Kelly Jo Brick: The Write Path With Manager Eddie Gamarra, Part 2

A series of interviews with hard-working writers – by another hard-working writer!

by Kelly Jo Brick

Eddie Gamarra headshotFinding the right representation can be a key component to growing and developing a writing career. sat down with several managers to find out what they’re looking for in writers and what writers can be doing to help achieve success in the industry.

Eddie Gamarra, a former college professor, has spent the last 11 years working at the management/production company The Gotham Group. After starting as assistant, Gamarra stepped into the role of literary manager where he represents animation, children and family entertainment talent including writers, directors, artists and publishers. You may want to read Part 1 HERE.


Part of the job description is I’m the priest confessor. I am the psychoanalyst. I’m the Guidance Counselor to these people because, you know, one of the things you hear in our business is, “Well, this isn’t brain surgery.” And it’s not. And we shouldn’t be too filled with self importance here, but on my side, on the representation side, you are dealing with people who are going through divorce, who lost a baby in the third trimester, who have become homeless, who are suffering from addiction, who have to file bankruptcy, who have to become adult caretakers of senior parents, who have no health insurance for their family.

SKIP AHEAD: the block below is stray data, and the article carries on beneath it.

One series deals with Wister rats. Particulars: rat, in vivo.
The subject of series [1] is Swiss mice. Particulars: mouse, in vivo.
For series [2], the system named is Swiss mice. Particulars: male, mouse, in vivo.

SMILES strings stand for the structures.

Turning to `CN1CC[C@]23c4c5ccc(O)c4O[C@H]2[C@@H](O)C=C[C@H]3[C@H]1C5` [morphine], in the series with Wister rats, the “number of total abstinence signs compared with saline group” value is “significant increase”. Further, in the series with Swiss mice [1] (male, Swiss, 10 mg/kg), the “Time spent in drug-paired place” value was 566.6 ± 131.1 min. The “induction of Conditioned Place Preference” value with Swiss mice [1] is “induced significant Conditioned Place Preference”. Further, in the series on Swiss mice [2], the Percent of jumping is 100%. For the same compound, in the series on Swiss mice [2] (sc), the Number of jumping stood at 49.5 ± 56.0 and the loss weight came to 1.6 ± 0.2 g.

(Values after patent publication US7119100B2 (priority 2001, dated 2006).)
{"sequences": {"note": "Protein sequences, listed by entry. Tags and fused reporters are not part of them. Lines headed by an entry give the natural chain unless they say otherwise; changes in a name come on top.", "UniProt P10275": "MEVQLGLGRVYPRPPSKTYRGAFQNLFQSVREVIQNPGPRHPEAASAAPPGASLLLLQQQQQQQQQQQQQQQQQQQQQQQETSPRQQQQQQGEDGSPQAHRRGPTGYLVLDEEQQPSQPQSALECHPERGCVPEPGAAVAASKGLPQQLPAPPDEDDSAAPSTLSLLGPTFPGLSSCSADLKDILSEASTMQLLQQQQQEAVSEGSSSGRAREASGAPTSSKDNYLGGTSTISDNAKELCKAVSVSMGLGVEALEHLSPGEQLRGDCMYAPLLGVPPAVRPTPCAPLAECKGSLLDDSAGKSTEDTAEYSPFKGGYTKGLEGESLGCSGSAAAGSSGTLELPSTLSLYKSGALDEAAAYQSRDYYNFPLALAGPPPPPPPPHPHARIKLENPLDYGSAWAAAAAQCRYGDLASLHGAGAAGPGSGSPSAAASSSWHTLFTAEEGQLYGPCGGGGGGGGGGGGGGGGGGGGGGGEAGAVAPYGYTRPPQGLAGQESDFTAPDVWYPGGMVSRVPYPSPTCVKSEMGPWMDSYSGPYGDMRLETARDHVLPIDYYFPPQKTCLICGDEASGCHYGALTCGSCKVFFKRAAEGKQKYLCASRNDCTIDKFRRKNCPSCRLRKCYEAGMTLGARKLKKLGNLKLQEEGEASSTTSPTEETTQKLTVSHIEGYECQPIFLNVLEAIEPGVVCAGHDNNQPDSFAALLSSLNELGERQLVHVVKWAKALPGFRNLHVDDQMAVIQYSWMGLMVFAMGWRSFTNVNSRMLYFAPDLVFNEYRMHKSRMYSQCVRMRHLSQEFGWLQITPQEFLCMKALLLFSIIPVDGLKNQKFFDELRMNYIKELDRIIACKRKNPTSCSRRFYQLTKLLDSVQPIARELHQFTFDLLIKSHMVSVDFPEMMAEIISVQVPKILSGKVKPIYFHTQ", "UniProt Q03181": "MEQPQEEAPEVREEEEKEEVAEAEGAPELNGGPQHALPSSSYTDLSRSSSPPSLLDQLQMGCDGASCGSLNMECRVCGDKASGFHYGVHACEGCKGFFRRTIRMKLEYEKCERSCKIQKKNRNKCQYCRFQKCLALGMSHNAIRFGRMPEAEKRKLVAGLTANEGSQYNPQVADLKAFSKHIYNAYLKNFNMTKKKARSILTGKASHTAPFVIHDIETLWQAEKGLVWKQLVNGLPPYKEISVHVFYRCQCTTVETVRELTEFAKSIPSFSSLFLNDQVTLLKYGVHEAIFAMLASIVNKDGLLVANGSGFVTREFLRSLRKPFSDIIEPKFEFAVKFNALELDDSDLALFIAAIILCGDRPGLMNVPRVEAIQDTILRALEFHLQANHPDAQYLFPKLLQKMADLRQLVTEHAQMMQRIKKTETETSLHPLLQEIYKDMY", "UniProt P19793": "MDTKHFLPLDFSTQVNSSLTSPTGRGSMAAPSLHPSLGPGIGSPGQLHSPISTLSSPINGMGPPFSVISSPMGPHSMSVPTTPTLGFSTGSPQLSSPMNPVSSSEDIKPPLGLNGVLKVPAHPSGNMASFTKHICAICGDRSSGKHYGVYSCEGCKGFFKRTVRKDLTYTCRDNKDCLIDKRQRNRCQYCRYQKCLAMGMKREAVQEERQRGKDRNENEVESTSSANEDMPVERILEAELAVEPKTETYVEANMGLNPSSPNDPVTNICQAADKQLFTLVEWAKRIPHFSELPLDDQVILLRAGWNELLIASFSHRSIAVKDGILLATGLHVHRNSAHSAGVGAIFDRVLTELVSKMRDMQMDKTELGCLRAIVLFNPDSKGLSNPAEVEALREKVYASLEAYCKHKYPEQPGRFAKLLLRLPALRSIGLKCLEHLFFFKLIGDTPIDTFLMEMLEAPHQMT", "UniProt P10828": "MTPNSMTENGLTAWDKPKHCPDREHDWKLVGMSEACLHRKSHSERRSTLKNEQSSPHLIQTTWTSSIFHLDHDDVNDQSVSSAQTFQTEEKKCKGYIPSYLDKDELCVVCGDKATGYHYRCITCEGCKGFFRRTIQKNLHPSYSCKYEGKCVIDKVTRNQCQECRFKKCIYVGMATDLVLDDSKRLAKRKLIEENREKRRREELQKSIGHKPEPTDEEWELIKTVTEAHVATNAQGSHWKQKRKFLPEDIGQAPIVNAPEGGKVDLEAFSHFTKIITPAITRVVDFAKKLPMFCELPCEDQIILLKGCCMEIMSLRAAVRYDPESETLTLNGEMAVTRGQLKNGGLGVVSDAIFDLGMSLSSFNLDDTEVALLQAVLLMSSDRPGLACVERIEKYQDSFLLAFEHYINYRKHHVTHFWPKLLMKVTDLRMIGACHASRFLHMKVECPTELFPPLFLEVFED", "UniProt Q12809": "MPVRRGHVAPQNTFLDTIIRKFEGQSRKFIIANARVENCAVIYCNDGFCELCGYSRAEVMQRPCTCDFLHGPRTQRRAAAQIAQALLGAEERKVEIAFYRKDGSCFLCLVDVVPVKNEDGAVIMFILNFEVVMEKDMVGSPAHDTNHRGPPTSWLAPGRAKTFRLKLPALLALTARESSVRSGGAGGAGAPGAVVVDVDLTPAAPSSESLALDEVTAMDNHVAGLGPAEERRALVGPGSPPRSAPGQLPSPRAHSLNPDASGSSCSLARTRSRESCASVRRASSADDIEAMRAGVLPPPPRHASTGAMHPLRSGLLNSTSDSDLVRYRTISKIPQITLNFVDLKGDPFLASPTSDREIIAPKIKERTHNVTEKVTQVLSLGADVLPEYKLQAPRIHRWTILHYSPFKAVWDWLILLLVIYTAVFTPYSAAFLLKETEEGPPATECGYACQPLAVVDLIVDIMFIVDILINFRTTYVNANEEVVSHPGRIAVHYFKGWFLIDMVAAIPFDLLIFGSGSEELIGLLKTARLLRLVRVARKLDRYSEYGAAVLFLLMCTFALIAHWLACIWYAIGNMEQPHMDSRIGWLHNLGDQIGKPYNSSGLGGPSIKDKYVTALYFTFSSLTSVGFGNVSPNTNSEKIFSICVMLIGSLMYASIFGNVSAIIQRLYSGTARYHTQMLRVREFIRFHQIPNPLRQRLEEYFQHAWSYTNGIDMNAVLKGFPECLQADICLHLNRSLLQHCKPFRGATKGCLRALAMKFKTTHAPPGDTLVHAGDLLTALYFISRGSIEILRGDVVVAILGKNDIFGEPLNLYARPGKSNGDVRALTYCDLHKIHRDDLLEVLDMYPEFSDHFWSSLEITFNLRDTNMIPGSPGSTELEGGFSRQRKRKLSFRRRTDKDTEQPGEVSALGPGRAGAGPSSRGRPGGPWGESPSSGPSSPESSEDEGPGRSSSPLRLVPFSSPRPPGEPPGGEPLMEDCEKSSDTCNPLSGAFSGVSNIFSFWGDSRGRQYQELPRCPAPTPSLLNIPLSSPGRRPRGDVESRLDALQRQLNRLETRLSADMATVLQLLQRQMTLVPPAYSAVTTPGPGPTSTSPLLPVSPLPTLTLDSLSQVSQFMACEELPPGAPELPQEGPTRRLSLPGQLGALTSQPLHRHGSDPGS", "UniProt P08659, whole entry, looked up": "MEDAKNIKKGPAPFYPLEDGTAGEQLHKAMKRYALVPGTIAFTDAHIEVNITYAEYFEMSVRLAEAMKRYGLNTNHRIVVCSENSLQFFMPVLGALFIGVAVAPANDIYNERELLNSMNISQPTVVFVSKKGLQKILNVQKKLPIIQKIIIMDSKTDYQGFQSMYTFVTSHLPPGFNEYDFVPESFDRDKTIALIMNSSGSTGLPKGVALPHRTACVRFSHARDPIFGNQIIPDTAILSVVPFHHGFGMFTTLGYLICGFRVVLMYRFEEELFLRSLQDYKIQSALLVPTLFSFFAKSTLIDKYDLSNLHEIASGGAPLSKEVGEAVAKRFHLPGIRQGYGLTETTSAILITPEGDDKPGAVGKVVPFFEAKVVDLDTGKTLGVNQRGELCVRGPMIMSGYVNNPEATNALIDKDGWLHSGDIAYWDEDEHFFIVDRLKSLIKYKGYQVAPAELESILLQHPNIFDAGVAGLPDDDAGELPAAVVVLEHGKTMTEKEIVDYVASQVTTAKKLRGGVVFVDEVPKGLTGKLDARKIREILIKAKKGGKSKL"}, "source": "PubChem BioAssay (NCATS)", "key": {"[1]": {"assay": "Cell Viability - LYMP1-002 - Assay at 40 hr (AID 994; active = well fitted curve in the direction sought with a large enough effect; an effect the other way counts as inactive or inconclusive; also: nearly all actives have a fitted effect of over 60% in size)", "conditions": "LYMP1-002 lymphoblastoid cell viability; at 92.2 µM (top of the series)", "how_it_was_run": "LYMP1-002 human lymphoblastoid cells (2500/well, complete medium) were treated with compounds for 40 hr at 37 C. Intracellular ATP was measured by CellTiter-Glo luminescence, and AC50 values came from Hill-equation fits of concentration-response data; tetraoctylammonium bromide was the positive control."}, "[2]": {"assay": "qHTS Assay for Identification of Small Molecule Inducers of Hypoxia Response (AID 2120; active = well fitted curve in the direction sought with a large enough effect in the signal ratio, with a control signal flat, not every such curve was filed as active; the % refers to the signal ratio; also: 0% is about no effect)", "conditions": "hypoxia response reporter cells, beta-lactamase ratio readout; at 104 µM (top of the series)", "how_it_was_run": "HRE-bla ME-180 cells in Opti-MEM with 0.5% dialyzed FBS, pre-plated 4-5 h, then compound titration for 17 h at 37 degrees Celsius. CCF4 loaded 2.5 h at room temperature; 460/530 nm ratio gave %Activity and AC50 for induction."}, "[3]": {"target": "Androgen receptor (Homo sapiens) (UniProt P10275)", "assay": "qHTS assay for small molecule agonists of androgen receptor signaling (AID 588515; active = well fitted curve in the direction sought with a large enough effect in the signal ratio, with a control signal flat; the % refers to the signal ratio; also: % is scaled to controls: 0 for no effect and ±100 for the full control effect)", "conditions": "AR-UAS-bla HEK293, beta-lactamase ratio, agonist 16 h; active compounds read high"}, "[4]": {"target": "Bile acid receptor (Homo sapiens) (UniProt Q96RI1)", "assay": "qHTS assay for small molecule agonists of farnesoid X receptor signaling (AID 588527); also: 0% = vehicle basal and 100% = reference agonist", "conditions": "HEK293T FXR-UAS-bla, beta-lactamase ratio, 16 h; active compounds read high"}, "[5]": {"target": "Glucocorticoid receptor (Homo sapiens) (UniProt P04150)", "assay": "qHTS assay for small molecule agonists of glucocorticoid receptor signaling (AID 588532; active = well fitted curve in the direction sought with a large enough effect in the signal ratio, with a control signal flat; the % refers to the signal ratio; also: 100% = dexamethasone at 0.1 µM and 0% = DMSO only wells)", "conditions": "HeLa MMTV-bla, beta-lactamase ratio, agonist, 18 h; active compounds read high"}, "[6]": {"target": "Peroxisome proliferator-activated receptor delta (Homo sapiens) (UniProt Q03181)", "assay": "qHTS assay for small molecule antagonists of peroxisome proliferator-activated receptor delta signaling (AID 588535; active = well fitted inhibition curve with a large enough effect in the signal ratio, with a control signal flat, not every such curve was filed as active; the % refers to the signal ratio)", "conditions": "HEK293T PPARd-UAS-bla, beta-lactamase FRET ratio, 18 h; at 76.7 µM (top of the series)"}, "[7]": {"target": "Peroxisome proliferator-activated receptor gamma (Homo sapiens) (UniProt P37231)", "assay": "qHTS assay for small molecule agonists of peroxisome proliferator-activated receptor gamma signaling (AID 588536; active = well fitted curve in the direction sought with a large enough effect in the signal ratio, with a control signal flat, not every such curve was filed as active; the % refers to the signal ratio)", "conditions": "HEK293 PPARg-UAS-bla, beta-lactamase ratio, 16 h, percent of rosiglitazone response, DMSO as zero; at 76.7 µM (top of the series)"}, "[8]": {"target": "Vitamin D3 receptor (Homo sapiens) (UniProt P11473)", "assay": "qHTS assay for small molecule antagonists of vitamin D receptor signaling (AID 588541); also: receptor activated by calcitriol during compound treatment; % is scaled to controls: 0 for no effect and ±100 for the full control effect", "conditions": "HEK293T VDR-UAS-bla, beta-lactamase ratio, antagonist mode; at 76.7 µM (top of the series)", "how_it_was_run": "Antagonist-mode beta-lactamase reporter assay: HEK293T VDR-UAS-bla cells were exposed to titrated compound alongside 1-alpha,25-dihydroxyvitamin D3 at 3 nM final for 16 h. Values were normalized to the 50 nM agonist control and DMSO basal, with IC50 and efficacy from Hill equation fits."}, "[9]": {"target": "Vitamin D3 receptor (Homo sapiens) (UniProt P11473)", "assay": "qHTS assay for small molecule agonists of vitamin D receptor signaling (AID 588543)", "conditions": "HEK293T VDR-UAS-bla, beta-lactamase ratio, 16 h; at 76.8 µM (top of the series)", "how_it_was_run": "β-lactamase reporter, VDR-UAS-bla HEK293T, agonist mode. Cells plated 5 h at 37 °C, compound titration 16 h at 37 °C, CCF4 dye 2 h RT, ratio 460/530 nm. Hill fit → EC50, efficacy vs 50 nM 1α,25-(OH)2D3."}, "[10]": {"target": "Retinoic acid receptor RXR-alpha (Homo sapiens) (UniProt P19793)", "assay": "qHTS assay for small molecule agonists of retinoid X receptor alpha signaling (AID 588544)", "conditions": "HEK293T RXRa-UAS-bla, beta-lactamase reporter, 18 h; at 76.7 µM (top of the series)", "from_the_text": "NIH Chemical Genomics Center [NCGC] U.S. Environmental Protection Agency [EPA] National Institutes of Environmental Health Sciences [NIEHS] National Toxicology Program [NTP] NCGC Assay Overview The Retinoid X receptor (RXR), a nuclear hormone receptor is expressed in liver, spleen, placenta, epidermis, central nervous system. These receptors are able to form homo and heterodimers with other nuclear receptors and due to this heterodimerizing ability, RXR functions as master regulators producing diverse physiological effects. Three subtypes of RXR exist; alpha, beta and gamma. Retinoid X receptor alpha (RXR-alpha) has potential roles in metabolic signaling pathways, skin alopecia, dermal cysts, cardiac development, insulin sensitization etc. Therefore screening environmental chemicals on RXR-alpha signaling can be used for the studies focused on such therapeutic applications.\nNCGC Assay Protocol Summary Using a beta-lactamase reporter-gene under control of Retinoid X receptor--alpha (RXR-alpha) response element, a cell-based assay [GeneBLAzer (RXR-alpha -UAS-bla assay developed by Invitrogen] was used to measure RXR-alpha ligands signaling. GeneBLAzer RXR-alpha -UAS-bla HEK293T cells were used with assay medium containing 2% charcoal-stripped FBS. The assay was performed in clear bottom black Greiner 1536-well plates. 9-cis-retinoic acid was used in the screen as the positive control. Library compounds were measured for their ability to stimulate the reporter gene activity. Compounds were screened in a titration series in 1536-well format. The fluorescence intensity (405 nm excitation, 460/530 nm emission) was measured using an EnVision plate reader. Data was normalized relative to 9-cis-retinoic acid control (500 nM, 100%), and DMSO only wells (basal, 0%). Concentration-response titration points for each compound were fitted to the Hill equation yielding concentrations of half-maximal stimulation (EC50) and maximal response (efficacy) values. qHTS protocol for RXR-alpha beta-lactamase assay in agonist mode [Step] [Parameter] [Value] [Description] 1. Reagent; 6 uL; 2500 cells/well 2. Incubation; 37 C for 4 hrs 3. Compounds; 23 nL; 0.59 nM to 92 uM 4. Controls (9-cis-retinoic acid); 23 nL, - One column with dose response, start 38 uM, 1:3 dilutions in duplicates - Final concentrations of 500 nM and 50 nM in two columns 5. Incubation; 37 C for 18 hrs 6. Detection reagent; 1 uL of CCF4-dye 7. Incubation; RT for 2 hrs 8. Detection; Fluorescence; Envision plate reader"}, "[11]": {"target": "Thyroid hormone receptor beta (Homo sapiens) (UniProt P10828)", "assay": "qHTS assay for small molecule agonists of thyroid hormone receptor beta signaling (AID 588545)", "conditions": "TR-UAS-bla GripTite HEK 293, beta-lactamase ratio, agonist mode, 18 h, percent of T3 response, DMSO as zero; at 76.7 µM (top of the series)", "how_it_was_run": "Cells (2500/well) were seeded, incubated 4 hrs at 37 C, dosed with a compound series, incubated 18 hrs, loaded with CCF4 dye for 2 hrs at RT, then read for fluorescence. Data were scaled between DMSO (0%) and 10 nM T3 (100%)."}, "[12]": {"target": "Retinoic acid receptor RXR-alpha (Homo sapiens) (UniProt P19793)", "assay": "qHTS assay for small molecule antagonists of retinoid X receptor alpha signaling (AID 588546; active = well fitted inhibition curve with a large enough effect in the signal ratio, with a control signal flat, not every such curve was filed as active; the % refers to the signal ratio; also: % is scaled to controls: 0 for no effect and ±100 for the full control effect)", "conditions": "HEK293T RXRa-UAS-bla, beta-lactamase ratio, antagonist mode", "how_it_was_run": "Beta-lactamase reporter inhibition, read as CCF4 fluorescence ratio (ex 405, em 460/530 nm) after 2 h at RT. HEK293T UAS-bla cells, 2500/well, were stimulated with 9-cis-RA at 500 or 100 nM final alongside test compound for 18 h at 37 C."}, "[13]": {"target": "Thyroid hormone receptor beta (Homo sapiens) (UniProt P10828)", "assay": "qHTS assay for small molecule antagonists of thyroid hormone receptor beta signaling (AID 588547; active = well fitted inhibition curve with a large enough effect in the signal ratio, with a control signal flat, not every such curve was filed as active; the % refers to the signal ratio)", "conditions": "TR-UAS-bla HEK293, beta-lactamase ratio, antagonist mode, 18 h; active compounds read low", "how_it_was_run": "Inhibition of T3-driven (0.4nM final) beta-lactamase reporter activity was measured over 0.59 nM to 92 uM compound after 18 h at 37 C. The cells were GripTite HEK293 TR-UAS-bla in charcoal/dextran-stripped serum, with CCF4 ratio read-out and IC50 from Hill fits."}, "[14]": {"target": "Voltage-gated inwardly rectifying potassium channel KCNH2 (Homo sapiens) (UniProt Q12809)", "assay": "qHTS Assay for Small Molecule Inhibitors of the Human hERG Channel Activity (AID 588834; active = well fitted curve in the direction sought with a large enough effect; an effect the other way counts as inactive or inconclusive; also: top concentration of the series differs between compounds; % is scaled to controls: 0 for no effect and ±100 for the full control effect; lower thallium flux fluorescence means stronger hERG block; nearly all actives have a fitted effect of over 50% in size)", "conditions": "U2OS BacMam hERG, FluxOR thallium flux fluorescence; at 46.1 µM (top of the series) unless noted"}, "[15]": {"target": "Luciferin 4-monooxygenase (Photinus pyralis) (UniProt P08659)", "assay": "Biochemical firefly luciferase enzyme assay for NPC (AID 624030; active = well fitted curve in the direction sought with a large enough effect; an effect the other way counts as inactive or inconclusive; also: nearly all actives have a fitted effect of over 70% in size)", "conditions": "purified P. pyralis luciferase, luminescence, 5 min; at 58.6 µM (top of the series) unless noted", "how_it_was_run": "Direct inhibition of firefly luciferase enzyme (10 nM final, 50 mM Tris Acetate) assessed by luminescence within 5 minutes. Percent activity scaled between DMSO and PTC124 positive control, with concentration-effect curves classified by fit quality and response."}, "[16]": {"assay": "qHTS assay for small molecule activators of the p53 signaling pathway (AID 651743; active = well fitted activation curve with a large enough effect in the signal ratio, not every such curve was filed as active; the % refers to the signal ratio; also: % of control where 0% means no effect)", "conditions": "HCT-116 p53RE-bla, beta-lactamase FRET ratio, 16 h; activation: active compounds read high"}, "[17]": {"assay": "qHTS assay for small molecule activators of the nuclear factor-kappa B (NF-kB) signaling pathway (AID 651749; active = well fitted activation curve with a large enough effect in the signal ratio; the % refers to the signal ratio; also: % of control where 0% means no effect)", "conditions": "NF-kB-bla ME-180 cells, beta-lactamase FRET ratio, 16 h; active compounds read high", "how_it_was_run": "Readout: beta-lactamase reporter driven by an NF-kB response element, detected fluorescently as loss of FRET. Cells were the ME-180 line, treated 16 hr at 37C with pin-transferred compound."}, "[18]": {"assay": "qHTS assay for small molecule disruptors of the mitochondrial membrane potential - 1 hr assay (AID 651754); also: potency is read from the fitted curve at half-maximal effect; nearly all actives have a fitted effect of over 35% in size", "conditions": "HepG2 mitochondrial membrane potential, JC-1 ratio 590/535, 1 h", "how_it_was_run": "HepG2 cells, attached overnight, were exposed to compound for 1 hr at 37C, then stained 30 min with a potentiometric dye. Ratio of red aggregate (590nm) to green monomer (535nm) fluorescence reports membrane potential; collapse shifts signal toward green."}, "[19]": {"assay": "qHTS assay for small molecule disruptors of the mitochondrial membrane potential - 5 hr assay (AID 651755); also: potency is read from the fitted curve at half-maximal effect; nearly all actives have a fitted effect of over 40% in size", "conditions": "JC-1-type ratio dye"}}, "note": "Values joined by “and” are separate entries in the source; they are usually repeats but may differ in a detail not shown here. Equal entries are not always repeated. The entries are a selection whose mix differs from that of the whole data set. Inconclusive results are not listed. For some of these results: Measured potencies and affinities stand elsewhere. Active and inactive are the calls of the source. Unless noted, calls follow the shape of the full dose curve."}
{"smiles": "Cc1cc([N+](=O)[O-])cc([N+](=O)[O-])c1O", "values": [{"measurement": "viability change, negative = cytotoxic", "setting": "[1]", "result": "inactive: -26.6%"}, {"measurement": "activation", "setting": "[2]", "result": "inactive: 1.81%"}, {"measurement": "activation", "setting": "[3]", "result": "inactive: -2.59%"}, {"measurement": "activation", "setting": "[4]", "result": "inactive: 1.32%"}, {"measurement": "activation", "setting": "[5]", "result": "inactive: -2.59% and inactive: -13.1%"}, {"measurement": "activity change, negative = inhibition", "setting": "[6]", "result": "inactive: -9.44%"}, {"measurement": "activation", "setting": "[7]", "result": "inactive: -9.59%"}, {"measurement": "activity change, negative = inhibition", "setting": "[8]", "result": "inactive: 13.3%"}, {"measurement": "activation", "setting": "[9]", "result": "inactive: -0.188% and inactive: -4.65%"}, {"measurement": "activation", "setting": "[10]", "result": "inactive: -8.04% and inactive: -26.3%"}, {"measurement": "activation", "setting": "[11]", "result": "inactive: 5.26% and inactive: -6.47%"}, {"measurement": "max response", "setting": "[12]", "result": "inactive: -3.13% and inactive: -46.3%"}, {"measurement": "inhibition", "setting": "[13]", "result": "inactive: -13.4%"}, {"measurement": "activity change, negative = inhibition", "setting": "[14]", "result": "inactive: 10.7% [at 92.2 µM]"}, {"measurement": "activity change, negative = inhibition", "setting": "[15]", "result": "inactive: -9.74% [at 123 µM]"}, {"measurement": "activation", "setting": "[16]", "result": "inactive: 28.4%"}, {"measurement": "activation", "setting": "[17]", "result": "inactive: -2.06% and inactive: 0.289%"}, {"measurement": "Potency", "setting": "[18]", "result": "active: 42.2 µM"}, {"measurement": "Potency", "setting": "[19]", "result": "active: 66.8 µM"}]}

And while it may not be brain surgery, I’ve had clients who’ve had to have brain surgery and they’re relying on guild health insurance or steady payment from their employer with no disruption in their payment flow. And so even though what I do is not necessarily in the surgery theater. It’s potentially equally lifesaving. Not to inflate our own self-importance, but we are really in the thick of it with our clients on a very intimate level sometimes.


I need them to number one, pay attention to the marketplace. They need to see what’s being released. What pilots are being shot. What series are being launched. They need to pay attention to what’s actually coming out. Then they need to look at those end credits and see who’s making those things. They need to educate themselves about what’s actually happening around them, because you have to be able to speak to your comps. You have to be able to make those comparisons that are smart and current.